How is an F-Stop Calculated?
While it may appear entirely random at first, calculating an f-stop will provide you with more control over the amount of light you let into your camera when you take a picture. The relationship between the f and the number is inverse. The smaller the number in the denominator, the more light is let into the camera because it is a ratio of light exposure. This is because f-stop is a ratio between the lens of a camera and the focal length setting.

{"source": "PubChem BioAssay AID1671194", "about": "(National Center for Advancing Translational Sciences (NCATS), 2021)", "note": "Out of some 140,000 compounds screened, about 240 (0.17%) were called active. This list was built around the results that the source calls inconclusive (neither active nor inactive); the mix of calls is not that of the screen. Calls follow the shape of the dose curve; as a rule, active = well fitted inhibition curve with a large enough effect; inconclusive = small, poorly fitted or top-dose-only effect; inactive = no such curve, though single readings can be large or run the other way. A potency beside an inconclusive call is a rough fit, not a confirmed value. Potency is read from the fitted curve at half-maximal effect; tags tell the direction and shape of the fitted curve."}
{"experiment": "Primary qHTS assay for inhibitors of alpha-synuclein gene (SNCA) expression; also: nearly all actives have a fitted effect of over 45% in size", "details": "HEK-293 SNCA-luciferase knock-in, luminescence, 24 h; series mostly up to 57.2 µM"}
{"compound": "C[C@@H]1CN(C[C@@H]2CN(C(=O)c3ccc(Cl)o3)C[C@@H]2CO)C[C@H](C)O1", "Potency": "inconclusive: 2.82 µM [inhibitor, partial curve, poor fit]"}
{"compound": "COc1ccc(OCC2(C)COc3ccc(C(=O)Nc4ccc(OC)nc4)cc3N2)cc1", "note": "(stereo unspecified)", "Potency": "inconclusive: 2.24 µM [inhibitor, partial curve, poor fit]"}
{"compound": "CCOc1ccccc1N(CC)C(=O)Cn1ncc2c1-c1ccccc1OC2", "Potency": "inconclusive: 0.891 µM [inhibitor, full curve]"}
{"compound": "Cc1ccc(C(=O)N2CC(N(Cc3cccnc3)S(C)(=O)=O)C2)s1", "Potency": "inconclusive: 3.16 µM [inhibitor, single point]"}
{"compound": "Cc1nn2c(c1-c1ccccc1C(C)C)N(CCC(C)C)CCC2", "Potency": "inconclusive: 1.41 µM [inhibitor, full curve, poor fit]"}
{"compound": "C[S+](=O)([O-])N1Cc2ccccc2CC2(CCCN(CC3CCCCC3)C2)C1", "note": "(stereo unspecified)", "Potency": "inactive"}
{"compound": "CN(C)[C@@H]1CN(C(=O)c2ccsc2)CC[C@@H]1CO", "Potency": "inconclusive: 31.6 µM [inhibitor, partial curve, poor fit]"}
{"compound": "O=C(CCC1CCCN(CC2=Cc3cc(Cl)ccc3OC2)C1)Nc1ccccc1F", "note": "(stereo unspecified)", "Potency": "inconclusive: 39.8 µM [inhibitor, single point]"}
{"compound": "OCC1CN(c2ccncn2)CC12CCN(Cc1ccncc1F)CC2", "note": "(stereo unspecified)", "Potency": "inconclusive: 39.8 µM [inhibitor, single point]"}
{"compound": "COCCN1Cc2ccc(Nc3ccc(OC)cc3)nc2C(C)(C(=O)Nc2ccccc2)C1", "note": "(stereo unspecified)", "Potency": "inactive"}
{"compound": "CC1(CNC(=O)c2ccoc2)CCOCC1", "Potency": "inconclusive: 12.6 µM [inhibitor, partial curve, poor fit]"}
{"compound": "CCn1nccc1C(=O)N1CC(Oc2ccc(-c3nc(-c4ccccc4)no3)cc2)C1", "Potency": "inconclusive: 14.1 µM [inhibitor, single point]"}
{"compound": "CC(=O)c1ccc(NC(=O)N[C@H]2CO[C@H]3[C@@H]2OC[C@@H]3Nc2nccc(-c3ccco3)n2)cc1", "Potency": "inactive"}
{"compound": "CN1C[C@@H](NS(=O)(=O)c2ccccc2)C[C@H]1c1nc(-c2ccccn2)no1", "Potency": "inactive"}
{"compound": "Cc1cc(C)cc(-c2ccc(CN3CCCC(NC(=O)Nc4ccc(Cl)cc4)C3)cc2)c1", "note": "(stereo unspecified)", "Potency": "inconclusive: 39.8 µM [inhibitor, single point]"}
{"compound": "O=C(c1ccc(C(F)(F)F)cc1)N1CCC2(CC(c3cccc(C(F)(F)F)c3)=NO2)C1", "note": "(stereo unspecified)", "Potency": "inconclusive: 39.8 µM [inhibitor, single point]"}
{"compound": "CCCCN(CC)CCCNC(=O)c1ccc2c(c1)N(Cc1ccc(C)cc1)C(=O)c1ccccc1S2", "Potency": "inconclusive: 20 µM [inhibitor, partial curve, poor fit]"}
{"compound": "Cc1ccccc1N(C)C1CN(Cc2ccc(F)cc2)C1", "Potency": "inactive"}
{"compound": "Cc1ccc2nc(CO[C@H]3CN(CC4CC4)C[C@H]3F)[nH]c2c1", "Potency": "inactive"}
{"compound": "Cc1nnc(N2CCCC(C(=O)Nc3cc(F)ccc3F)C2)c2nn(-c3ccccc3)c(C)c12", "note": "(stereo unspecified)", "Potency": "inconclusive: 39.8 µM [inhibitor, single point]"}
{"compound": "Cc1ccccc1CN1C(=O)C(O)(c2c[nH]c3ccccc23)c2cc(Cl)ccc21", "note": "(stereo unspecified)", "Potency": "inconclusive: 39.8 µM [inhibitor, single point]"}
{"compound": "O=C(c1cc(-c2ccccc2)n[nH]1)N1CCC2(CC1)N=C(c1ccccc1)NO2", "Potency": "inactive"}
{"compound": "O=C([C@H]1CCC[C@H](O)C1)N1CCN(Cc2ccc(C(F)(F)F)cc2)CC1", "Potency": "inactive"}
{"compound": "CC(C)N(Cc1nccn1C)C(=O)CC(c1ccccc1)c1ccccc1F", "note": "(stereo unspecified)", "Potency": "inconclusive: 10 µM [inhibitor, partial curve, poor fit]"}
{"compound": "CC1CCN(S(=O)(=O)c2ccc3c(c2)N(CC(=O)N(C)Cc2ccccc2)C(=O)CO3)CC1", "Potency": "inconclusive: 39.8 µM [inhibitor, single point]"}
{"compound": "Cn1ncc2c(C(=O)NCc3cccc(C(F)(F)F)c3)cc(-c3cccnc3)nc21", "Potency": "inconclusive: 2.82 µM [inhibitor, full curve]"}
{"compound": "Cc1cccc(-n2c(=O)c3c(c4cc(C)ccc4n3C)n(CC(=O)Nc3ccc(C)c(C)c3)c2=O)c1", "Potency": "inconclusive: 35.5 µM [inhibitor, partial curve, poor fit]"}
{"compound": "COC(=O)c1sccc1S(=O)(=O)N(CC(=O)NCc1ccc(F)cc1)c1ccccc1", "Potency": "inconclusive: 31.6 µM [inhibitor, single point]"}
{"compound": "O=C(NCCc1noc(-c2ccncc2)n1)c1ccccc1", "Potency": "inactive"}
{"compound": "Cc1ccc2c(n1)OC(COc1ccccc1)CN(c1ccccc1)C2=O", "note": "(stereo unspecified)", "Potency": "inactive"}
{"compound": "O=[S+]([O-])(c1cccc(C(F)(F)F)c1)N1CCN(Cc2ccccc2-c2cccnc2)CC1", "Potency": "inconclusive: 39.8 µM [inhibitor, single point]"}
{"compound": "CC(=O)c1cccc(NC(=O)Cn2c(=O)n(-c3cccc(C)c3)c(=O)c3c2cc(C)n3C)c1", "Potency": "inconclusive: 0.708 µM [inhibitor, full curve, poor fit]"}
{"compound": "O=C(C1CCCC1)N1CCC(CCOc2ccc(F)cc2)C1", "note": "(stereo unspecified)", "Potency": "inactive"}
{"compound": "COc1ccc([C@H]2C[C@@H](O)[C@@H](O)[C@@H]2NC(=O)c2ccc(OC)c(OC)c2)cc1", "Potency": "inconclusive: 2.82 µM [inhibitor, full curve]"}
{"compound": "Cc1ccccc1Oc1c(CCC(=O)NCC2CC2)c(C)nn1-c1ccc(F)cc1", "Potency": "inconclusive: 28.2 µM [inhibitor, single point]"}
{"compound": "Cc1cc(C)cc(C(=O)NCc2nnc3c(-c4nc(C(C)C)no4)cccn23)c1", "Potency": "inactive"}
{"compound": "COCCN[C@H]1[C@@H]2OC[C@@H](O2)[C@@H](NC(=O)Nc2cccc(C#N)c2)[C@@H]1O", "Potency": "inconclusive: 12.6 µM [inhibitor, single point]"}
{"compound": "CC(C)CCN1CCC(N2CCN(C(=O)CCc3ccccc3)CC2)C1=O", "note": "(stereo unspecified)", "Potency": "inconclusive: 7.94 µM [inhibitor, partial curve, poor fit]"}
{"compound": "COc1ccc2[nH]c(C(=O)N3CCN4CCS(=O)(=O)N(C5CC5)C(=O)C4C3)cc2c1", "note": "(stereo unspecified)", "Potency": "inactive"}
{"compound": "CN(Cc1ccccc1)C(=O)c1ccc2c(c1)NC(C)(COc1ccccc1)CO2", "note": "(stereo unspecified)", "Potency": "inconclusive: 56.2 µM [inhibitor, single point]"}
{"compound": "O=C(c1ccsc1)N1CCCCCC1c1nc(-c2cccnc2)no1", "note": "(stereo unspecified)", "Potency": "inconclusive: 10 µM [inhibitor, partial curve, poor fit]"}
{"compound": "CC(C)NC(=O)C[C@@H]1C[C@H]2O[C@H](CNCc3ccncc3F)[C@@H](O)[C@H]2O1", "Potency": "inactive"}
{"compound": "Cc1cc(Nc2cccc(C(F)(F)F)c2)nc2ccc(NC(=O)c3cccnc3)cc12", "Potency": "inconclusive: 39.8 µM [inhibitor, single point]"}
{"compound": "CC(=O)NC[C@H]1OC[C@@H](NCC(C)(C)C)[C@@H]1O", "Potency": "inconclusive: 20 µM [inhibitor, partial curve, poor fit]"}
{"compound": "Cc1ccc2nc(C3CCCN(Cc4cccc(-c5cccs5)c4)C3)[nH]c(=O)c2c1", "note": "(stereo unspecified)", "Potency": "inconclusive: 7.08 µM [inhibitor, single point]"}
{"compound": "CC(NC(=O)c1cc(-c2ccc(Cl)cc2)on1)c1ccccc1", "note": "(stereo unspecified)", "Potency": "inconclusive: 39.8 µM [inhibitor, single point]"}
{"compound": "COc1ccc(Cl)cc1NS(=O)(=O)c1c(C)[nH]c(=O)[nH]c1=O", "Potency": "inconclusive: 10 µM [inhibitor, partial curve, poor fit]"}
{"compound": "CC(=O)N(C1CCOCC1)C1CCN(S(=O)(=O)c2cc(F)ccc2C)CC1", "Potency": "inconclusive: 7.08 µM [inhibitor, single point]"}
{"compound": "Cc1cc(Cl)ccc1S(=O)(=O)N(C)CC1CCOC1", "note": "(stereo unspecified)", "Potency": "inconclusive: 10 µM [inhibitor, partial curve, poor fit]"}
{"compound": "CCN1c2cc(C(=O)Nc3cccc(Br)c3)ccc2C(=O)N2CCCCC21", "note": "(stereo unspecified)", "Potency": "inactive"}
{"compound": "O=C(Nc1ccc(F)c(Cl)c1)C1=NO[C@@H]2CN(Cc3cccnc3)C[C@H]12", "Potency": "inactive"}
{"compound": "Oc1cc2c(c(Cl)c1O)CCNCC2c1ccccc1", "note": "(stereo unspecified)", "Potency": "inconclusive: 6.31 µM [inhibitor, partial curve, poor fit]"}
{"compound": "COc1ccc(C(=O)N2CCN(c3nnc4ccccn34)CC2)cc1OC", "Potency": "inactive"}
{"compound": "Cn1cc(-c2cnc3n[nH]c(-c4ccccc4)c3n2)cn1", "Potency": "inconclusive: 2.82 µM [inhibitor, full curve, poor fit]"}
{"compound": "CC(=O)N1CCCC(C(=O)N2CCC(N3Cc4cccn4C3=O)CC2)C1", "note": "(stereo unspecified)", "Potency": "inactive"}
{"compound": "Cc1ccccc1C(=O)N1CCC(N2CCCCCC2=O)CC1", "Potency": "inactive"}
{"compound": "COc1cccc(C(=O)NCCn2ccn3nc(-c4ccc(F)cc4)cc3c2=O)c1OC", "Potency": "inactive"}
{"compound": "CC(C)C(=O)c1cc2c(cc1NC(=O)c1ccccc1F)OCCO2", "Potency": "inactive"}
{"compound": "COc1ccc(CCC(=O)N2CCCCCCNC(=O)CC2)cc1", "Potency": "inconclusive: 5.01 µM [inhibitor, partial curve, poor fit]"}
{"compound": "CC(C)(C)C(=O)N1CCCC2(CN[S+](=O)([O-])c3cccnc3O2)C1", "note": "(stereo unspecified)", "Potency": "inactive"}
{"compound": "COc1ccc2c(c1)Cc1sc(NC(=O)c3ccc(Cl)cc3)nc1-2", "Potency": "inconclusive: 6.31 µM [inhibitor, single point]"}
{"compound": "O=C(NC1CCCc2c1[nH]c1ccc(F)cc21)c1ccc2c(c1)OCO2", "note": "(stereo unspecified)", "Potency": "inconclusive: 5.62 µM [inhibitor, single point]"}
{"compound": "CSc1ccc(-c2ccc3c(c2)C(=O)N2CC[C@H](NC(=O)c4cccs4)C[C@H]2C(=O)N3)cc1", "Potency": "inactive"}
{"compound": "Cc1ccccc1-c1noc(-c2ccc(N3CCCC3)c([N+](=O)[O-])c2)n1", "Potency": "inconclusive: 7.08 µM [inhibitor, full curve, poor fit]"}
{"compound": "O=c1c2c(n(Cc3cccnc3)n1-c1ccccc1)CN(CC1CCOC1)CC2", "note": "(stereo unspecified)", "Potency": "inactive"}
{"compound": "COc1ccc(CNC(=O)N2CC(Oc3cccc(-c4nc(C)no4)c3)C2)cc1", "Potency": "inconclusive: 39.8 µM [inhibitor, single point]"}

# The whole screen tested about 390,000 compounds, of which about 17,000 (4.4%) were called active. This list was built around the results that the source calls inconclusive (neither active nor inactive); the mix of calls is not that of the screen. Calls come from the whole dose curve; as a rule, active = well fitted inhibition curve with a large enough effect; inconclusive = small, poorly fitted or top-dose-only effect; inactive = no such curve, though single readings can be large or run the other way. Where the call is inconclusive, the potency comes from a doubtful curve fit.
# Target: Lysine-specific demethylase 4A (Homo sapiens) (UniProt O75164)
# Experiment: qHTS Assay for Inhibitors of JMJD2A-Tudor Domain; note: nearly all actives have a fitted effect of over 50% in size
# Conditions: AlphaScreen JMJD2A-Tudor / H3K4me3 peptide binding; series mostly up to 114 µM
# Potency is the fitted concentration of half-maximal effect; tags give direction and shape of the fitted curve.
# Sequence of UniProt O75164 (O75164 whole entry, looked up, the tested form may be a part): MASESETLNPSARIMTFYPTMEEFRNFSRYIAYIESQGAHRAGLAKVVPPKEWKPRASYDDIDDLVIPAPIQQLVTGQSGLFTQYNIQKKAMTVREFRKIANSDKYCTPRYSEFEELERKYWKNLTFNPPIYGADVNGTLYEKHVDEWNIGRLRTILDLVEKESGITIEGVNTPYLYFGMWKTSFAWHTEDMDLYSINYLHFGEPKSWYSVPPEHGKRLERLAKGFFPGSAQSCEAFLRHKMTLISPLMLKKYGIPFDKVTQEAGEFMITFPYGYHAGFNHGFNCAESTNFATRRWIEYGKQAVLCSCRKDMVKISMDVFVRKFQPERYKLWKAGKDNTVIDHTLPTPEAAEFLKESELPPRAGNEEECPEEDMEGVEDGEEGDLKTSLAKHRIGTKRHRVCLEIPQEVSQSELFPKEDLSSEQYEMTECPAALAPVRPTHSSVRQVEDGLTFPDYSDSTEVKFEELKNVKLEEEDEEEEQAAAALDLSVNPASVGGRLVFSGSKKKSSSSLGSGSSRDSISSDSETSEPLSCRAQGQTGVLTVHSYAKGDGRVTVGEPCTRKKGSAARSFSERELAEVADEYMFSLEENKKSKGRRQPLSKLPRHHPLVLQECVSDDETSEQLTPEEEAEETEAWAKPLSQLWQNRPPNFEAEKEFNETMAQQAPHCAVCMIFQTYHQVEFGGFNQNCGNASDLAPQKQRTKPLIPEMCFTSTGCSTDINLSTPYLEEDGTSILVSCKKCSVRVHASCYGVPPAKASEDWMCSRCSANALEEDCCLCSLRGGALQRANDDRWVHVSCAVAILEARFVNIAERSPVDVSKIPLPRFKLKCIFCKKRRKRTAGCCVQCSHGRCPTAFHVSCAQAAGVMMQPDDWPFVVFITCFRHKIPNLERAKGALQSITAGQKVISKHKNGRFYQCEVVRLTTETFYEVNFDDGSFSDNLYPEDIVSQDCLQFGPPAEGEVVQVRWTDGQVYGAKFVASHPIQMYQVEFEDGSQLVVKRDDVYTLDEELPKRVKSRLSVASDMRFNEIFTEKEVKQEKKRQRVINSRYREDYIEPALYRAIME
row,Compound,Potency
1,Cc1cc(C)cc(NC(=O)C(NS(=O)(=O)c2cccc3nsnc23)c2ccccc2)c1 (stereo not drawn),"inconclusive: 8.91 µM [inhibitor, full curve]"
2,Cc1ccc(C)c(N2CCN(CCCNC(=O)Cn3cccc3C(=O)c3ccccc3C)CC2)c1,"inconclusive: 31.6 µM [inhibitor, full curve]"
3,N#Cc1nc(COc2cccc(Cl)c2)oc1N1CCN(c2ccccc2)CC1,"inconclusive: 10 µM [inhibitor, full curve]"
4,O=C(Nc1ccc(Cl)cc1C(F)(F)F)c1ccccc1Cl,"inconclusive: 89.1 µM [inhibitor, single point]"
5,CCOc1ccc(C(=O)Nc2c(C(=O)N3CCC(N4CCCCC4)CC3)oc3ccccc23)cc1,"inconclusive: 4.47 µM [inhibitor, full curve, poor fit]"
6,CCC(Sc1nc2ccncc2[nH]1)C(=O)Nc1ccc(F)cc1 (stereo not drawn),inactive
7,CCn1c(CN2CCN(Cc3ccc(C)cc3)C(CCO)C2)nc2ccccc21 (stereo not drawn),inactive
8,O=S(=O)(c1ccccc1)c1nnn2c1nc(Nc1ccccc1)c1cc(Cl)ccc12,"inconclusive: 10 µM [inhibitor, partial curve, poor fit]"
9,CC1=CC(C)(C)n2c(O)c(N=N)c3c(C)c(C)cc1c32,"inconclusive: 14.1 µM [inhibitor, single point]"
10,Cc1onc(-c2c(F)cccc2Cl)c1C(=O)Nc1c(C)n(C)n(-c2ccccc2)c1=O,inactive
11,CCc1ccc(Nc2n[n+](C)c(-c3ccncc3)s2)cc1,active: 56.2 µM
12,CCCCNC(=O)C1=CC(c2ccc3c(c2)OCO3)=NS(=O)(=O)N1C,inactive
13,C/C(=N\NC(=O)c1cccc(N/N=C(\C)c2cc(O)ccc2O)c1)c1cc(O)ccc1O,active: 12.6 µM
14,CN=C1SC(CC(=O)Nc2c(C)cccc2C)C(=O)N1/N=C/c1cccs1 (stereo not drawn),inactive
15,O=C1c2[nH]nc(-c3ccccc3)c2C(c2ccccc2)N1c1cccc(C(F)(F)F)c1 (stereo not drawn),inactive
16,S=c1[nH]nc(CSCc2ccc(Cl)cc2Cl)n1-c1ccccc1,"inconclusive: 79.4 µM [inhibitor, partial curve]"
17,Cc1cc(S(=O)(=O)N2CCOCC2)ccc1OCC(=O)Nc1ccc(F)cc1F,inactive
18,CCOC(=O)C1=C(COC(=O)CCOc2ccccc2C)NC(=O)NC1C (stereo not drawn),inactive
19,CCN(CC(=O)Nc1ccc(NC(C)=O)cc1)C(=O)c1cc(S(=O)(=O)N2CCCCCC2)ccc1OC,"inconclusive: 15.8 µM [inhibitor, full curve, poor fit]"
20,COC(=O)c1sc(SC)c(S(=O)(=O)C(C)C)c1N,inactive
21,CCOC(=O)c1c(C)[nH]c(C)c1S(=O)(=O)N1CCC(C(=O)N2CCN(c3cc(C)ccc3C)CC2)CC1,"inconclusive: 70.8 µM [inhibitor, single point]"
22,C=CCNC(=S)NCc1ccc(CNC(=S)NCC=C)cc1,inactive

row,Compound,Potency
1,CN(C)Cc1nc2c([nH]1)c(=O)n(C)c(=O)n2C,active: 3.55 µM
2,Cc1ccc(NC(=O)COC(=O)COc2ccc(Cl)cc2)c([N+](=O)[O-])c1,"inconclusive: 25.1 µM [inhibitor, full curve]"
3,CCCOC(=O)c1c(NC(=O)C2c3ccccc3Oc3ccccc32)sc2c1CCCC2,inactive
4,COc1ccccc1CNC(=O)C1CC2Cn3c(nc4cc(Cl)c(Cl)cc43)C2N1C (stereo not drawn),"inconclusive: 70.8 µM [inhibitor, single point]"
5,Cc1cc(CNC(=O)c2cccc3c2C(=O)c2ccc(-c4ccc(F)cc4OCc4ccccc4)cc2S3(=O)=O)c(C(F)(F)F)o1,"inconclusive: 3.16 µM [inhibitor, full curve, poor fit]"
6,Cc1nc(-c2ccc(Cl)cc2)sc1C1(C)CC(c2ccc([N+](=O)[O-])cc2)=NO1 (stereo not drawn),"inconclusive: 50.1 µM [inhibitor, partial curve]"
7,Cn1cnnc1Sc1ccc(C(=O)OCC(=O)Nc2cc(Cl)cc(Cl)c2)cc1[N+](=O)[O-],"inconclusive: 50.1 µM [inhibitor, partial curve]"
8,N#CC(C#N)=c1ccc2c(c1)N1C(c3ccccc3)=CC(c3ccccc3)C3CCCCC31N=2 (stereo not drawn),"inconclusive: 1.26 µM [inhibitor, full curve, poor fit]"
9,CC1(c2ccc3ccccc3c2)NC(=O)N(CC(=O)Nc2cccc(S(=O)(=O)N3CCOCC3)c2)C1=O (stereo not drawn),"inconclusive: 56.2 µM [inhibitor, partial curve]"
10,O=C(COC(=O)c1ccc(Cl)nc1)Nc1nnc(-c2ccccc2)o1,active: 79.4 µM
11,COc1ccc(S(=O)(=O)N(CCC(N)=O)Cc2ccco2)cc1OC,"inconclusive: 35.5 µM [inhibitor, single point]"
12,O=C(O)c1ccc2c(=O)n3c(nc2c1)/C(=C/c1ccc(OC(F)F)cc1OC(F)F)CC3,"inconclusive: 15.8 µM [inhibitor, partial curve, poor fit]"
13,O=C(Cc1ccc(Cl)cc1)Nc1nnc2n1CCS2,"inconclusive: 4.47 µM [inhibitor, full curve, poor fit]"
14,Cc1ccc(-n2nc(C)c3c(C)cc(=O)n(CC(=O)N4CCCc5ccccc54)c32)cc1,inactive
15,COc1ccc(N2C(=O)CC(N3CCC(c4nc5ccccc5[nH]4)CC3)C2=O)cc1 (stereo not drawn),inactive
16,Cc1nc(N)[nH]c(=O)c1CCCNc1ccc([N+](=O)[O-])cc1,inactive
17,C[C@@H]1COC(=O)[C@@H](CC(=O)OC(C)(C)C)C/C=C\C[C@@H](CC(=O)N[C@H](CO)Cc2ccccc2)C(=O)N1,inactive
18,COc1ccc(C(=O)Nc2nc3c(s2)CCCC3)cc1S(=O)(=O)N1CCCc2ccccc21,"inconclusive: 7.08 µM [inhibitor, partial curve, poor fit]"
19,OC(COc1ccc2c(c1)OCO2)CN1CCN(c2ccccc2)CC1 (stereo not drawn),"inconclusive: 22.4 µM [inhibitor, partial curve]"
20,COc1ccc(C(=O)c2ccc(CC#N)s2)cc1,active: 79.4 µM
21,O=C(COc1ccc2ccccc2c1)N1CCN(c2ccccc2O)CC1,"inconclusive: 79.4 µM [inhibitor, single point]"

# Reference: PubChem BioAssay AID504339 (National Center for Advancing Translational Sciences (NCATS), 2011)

Step 1 - Determine Your Lens Diameter
Your manual should be able to tell you the diameter if it is not marked on the camera itself.
Step 2 - Determine the Lens Focal Length
This too should be included in your manual for the different settings available for your camera.
Step 3 - Divide the Diameter by the Focal Length
Camera measurements tend to be provided in millimeters. For convenience, we will consider a camera with a with a 10 mm and a focal length of 2 mm. The f-stop would be f/5 because the ration is 10/2.
To increase the f-stop you will need to enlarge the focal length. Adjusting it to 5 mm will give you a ratio of 10/5 and an f-sop of f/2.